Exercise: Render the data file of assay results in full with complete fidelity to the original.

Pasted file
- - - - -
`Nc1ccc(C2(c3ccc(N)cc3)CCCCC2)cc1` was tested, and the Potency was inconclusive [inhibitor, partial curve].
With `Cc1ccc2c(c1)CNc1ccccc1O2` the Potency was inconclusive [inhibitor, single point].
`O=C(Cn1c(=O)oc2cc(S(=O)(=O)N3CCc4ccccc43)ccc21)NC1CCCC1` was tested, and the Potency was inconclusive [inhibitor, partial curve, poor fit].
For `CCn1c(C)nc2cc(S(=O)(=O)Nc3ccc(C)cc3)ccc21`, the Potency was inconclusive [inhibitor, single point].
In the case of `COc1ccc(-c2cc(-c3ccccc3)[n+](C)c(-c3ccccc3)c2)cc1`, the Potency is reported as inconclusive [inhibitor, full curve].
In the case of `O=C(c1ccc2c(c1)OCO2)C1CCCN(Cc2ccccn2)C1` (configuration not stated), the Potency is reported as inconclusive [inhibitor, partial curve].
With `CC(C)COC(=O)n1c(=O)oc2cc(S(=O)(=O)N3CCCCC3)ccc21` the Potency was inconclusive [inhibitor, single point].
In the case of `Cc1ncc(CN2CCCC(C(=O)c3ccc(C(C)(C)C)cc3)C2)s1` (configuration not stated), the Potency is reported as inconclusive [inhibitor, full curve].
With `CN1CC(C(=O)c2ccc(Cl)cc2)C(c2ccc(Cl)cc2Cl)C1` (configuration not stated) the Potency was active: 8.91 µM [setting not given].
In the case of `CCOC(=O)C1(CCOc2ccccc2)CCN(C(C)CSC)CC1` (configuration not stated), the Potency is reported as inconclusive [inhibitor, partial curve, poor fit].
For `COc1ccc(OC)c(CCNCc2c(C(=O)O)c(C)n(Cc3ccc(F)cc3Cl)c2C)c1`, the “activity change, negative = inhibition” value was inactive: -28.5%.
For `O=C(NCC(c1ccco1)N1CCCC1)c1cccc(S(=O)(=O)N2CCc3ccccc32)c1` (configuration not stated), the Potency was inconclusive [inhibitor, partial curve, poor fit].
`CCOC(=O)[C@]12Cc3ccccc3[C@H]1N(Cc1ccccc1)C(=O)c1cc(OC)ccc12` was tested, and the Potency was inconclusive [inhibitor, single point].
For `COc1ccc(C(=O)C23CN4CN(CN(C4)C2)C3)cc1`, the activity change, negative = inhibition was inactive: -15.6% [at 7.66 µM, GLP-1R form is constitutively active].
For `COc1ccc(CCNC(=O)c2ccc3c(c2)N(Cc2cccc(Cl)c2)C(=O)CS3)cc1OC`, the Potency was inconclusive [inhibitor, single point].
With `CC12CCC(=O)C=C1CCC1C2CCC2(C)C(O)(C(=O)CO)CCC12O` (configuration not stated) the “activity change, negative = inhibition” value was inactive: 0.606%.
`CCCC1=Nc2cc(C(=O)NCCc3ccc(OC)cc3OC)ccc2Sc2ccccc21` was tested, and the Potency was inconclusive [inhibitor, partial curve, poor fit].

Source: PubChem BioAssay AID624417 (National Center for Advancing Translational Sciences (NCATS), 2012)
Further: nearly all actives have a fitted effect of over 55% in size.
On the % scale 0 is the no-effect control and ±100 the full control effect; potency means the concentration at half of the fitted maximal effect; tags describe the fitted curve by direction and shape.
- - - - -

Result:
`Nc1ccc(C2(c3ccc(N)cc3)CCCCC2)cc1` was tested, and the Potency was inconclusive [inhibitor, partial curve].
With `Cc1ccc2c(c1)CNc1ccccc1O2` the Potency was inconclusive [inhibitor, single point].
`O=C(Cn1c(=O)oc2cc(S(=O)(=O)N3CCc4ccccc43)ccc21)NC1CCCC1` was tested, and the Potency was inconclusive [inhibitor, partial curve, poor fit].
For `CCn1c(C)nc2cc(S(=O)(=O)Nc3ccc(C)cc3)ccc21`, the Potency was inconclusive [inhibitor, single point].
In the case of `COc1ccc(-c2cc(-c3ccccc3)[n+](C)c(-c3ccccc3)c2)cc1`, the Potency is reported as inconclusive [inhibitor, full curve].
In the case of `O=C(c1ccc2c(c1)OCO2)C1CCCN(Cc2ccccn2)C1` (configuration not stated), the Potency is reported as inconclusive [inhibitor, partial curve].
With `CC(C)COC(=O)n1c(=O)oc2cc(S(=O)(=O)N3CCCCC3)ccc21` the Potency was inconclusive [inhibitor, single point].
In the case of `Cc1ncc(CN2CCCC(C(=O)c3ccc(C(C)(C)C)cc3)C2)s1` (configuration not stated), the Potency is reported as inconclusive [inhibitor, full curve].
With `CN1CC(C(=O)c2ccc(Cl)cc2)C(c2ccc(Cl)cc2Cl)C1` (configuration not stated) the Potency was active: 8.91 µM [setting not given].
In the case of `CCOC(=O)C1(CCOc2ccccc2)CCN(C(C)CSC)CC1` (configuration not stated), the Potency is reported as inconclusive [inhibitor, partial curve, poor fit].
For `COc1ccc(OC)c(CCNCc2c(C(=O)O)c(C)n(Cc3ccc(F)cc3Cl)c2C)c1`, the “activity change, negative = inhibition” value was inactive: -28.5%.
For `O=C(NCC(c1ccco1)N1CCCC1)c1cccc(S(=O)(=O)N2CCc3ccccc32)c1` (configuration not stated), the Potency was inconclusive [inhibitor, partial curve, poor fit].
`CCOC(=O)[C@]12Cc3ccccc3[C@H]1N(Cc1ccccc1)C(=O)c1cc(OC)ccc12` was tested, and the Potency was inconclusive [inhibitor, single point].
For `COc1ccc(C(=O)C23CN4CN(CN(C4)C2)C3)cc1`, the activity change, negative = inhibition was inactive: -15.6% [at 7.66 µM, GLP-1R form is constitutively active].
For `COc1ccc(CCNC(=O)c2ccc3c(c2)N(Cc2cccc(Cl)c2)C(=O)CS3)cc1OC`, the Potency was inconclusive [inhibitor, single point].
With `CC12CCC(=O)C=C1CCC1C2CCC2(C)C(O)(C(=O)CO)CCC12O` (configuration not stated) the “activity change, negative = inhibition” value was inactive: 0.606%.
`CCCC1=Nc2cc(C(=O)NCCc3ccc(OC)cc3OC)ccc2Sc2ccccc21` was tested, and the Potency was inconclusive [inhibitor, partial curve, poor fit].

Source: PubChem BioAssay AID624417 (National Center for Advancing Translational Sciences (NCATS), 2012)
Further: nearly all actives have a fitted effect of over 55% in size.
On the % scale 0 is the no-effect control and ±100 the full control effect; potency means the concentration at half of the fitted maximal effect; tags describe the fitted curve by direction and shape.